10 Ways to Increase User Engagement for Your App

Tips

Creating an engaging app takes much more than just an interesting idea. Gimmicks and “flavors of the month” ultimately will not break through the noise of the app stores. What's needed instead are the proven strategies that help drive better engagement for your app. These aren't tricks and some of them require significant thought and effort. They will work though if you put in the time. With that, here are 10 tactics that we regularly help our customers with at Savvy Apps to improve their app engagement numbers.

Craft a Stellar App Store Listing

Why are we starting with an element outside the app itself? Engagement starts with your user's first interaction with your app and that's in the app store itself. If no one downloads your app, in many ways that's the worst form of engagement.

Take the the time to think about why people will want to even give your app a chance. What problems are you trying to solve? How do you use your app? Focus on benefits, not features as much as possible. Hopefully there’s feedback from testers that can even influence what you use in the app store listing. It’s also helpful to regularly look at featured apps. They usually provide good inspiration for well-done app store listings. See Oleo and SHRM Certification as two recent examples of app store listings we created that will help drive downloads.

Educate Users with Onboarding

If an app store listing is a handshake, your onboarding experience is the first conversation you have with potential users.

With onboarding, your goal is to actually get them into and using your app. That’s it. A common mistake is using an onboarding experience to teach people how to use an app. Your onboarding experience should not be a tutorial because there’s no familiarity with your app yet. Instead, continue to focus on educating users about the benefits of your app. For example, instead of showing screenshots and interface elements for the Pocket Prep app, we created custom illustrations to simply introduce the value propositions of their app.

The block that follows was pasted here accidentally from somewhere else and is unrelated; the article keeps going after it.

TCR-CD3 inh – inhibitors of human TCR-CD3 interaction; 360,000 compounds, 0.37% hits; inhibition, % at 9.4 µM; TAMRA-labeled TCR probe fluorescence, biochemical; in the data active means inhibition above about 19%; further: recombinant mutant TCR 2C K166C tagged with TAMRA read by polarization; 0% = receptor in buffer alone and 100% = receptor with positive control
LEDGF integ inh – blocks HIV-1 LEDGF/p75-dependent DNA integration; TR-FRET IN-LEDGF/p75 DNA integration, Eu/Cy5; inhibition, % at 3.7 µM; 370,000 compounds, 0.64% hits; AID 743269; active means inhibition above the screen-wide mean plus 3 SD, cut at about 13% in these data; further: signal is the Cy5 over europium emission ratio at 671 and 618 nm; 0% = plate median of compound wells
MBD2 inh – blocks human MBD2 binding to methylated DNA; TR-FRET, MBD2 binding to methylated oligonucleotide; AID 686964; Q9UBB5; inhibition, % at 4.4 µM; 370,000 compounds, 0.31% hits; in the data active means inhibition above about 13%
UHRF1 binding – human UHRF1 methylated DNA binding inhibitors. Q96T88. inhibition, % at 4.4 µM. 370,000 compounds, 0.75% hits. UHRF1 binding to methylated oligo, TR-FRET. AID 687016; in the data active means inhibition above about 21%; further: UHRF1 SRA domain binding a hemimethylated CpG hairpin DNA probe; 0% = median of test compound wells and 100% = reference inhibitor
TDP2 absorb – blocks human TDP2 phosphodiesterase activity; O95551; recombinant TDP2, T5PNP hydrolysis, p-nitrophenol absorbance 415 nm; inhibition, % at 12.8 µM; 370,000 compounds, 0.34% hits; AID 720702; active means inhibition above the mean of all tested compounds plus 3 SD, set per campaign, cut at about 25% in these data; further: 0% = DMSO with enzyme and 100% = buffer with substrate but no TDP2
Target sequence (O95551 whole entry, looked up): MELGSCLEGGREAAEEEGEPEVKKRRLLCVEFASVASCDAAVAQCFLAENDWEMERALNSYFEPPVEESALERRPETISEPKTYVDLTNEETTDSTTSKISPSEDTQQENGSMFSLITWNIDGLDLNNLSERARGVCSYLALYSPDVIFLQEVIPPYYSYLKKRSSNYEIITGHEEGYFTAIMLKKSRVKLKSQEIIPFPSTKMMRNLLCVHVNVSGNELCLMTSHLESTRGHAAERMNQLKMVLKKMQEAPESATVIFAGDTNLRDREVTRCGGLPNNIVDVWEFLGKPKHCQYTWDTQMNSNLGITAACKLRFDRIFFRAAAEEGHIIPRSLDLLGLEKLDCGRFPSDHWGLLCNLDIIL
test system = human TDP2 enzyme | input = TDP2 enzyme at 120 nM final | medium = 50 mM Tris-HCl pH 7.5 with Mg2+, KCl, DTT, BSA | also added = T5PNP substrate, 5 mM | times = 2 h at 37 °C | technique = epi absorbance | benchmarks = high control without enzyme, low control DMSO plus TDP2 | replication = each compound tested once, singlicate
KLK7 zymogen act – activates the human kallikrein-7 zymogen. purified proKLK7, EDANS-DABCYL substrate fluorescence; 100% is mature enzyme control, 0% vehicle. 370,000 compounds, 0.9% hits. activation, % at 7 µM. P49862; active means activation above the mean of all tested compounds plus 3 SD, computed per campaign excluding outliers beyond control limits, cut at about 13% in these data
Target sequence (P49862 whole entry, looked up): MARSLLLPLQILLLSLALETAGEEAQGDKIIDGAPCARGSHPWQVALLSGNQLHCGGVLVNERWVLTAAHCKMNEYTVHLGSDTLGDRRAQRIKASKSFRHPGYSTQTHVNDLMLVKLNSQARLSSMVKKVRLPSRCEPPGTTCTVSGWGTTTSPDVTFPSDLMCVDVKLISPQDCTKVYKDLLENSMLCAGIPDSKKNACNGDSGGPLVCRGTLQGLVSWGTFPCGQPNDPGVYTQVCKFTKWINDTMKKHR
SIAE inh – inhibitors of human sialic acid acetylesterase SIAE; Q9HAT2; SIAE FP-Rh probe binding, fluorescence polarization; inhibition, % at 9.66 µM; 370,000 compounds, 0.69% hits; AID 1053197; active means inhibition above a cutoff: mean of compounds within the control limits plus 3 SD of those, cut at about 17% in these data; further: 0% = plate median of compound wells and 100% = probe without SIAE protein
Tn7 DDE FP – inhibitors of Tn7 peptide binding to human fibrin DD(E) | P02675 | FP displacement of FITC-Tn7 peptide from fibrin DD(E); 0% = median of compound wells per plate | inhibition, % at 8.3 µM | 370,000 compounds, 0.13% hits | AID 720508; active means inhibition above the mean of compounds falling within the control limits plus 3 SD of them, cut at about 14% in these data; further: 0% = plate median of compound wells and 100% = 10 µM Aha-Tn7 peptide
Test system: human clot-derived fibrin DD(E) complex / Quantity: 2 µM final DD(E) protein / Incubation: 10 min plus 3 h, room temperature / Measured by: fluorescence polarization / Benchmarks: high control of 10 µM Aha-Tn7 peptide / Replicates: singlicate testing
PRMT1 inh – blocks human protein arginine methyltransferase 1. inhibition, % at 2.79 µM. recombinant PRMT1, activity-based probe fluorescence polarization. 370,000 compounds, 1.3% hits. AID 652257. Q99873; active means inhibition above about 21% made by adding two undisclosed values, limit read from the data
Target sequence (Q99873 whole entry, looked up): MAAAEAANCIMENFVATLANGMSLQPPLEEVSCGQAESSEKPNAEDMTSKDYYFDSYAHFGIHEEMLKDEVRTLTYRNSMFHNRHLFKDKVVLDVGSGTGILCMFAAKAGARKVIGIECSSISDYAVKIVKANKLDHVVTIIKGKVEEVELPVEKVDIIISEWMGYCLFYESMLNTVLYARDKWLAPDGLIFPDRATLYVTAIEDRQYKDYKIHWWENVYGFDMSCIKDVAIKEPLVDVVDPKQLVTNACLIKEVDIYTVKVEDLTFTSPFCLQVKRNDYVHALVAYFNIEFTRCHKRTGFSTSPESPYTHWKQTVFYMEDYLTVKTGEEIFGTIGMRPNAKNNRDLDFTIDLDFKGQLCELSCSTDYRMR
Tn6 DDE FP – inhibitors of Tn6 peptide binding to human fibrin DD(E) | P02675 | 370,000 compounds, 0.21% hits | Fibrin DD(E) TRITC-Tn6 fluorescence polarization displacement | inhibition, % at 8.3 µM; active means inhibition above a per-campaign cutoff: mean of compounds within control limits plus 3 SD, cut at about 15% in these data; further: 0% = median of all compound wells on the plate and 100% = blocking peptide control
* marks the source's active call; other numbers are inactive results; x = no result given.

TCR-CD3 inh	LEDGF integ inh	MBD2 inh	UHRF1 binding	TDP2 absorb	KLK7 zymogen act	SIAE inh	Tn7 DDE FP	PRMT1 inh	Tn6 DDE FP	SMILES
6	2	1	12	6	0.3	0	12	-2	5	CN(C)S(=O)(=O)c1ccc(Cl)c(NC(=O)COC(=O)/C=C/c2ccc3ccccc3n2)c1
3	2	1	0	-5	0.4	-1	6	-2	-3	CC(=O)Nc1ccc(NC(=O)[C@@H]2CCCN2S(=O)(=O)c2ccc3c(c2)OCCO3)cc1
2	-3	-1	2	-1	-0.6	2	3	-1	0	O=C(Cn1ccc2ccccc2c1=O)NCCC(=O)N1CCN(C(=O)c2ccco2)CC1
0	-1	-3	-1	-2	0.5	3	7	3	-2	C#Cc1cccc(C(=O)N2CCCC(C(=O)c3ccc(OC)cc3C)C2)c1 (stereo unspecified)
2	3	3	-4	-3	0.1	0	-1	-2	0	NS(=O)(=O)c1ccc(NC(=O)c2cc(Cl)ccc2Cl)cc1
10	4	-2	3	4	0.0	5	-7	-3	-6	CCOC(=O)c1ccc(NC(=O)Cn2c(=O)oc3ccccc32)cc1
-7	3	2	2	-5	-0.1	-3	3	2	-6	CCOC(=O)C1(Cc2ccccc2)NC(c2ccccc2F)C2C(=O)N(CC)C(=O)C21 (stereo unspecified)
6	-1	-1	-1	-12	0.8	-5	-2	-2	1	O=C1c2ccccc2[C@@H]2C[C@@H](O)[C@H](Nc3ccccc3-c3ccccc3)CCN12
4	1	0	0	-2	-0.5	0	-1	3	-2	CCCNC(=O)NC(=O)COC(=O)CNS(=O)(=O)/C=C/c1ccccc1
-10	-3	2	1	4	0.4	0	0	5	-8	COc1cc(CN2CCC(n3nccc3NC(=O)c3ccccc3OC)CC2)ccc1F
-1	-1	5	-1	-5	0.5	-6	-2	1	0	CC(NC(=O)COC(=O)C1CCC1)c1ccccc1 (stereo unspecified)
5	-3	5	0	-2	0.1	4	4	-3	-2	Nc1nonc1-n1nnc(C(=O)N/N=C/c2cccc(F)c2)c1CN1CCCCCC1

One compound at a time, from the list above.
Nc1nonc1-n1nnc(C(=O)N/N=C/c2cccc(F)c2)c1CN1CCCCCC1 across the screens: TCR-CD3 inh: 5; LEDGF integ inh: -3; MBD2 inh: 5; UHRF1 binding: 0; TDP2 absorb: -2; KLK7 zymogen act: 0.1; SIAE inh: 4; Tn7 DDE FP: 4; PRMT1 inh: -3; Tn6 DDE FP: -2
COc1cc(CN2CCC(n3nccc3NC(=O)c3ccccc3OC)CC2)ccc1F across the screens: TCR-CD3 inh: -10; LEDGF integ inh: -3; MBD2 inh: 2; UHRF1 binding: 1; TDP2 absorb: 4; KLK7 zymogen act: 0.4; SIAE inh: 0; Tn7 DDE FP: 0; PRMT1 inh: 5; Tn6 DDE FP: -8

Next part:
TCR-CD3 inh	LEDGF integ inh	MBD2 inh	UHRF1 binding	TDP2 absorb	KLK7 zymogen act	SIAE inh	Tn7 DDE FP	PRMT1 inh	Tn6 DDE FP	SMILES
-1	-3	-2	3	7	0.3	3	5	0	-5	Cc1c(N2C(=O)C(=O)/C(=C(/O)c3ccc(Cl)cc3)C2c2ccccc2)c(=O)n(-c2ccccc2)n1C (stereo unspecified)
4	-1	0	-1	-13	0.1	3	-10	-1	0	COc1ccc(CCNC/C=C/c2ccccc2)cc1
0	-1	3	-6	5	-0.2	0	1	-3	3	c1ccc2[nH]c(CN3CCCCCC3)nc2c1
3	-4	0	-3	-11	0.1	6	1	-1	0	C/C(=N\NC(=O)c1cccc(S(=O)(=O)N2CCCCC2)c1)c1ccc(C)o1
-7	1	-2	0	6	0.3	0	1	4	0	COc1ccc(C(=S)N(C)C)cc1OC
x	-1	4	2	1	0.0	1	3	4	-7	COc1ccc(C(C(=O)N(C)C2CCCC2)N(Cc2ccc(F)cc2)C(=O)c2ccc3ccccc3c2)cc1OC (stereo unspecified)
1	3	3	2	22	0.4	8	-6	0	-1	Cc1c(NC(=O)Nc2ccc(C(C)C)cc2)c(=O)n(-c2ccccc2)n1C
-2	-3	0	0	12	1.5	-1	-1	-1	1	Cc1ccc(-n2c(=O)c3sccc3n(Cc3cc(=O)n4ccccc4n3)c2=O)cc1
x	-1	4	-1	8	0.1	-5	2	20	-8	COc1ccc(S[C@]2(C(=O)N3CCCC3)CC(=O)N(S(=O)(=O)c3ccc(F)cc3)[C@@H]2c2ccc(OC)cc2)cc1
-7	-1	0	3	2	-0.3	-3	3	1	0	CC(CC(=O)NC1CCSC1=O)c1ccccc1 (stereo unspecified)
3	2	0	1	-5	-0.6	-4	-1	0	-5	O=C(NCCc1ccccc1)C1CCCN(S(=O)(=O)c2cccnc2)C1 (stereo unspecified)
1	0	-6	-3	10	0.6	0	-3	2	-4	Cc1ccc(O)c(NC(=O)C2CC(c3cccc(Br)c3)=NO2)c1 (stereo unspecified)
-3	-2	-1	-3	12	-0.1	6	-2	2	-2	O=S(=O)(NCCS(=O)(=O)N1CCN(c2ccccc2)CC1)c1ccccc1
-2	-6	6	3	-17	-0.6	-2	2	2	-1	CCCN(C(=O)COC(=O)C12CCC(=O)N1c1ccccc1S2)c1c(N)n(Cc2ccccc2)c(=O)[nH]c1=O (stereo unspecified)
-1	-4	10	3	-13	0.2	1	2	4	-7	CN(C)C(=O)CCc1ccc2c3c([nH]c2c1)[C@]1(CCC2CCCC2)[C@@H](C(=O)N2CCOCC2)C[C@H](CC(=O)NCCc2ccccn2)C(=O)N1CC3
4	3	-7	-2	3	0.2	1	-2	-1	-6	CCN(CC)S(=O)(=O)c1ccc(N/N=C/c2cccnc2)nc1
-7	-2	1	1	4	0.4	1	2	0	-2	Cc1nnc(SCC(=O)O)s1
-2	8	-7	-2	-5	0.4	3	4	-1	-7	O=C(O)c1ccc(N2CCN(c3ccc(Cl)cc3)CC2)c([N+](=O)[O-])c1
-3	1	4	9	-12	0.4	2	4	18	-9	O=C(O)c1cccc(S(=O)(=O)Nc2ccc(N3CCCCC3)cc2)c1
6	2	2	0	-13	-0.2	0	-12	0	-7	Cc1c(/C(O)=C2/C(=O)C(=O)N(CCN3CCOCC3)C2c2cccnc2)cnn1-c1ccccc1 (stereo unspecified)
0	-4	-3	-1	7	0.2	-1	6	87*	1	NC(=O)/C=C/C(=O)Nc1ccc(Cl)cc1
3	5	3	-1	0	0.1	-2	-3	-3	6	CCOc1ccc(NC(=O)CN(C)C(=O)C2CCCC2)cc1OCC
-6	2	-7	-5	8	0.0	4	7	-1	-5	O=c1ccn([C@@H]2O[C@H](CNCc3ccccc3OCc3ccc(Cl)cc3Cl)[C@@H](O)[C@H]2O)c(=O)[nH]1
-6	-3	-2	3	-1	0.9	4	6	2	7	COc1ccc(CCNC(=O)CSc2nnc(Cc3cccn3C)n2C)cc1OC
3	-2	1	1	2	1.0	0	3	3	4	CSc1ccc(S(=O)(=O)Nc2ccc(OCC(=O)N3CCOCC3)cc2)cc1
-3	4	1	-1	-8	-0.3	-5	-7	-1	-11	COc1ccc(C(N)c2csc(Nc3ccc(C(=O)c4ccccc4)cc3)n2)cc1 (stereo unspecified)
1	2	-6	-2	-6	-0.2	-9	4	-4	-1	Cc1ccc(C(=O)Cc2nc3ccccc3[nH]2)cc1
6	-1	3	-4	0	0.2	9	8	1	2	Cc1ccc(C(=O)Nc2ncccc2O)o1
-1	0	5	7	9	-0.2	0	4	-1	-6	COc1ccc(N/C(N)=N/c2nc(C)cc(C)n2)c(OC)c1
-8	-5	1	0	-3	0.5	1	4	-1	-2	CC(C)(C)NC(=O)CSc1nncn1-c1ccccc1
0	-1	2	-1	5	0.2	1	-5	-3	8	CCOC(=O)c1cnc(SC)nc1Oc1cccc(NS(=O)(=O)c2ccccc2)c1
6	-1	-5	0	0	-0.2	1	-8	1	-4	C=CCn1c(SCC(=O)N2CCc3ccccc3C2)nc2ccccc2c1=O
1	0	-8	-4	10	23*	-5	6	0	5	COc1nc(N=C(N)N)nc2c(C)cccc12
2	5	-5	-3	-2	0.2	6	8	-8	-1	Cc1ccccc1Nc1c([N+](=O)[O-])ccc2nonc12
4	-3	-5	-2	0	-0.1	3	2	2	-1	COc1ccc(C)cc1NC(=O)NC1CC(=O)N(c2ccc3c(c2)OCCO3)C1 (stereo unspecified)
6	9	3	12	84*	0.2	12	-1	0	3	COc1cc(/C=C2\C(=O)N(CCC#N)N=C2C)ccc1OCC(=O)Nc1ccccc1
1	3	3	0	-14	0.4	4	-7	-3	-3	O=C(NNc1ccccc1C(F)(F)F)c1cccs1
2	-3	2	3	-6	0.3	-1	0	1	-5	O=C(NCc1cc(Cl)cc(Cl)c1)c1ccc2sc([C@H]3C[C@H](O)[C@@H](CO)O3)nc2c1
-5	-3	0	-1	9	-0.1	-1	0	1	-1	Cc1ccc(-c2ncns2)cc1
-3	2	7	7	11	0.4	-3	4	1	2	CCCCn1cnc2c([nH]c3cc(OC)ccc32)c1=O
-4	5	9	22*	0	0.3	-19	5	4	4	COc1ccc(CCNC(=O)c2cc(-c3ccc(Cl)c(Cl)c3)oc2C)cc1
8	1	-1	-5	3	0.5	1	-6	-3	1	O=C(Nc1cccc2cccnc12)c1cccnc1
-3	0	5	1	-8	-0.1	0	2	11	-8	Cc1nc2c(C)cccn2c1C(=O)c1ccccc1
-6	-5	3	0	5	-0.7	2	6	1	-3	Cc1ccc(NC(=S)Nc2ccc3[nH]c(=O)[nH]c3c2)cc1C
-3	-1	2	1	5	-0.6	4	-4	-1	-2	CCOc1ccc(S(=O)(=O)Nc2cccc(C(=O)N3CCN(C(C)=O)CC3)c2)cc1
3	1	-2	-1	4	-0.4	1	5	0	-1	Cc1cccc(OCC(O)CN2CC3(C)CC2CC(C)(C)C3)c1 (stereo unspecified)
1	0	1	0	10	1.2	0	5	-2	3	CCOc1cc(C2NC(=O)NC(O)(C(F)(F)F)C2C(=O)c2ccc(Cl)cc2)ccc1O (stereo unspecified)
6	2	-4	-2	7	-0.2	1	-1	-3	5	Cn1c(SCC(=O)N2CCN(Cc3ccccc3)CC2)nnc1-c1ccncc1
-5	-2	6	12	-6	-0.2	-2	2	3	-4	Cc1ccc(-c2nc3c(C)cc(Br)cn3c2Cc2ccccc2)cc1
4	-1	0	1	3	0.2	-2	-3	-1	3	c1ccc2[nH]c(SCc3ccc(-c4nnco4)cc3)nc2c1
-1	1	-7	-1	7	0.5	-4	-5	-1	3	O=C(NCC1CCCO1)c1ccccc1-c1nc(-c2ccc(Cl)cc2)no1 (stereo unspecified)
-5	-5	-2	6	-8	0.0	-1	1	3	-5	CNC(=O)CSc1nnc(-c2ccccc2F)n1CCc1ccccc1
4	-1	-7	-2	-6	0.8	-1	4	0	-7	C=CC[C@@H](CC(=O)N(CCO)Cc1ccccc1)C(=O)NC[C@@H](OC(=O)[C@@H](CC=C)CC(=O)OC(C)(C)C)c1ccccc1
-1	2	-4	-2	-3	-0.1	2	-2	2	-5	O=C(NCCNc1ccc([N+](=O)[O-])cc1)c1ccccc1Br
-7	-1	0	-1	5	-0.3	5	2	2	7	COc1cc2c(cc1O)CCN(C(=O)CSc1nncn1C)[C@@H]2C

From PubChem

Let Users “Try Before They Buy”

Apps that require some sort of login or authentication, especially a social login like Facebook, should never require that to be used upfront. Instead, let users explore your app as much as possible and only require signing up or authenticating when necessary.

This approach continues to build off the idea of showing the value of your app before a user really has to commit to it. The simple way to approach this problem is that while in a browse or a read-only mode, no user needs to authenticate. As soon as the user wants to perform an action, they’ll get prompted to create an account. This also works well for apps that require paid access or subscriptions to just give users a taste of the app, as we did with The Motley Fool app.

Follow Best Practices for App Permission Requests

As we have detailed in the past, it’s important to do permission requests the right way. Otherwise, you may once again scare users into immediately deleting your app.

The recommendations we suggest, as outlined in our article on this topic, include thinking about timing, context, tone, language, and messaging. It’s also important to have a plan to deal with users who, whether by accident or purposefully, deny these permissions requests. A hampered experience will not show off your app’s value propositions and can quickly lead to your app being deleted.

Make Speed a Feature in Your App

Society is more demanding than ever. More and more retailers can deliver products the same day. People can get a ride with a tap of a button. Pizza can be delivered with a tweet. The world's information fits in our pockets.

At Savvy Apps, we regularly talk about speed as a feature. Inherent in speed is that everything behind the scenes is working well. This doesn’t mean the app is completely bug free. It does mean, however, that the core features are fast and reliable. If your app is not fast and dependable each time it's opened, it’s only a matter of time before it’s abandoned.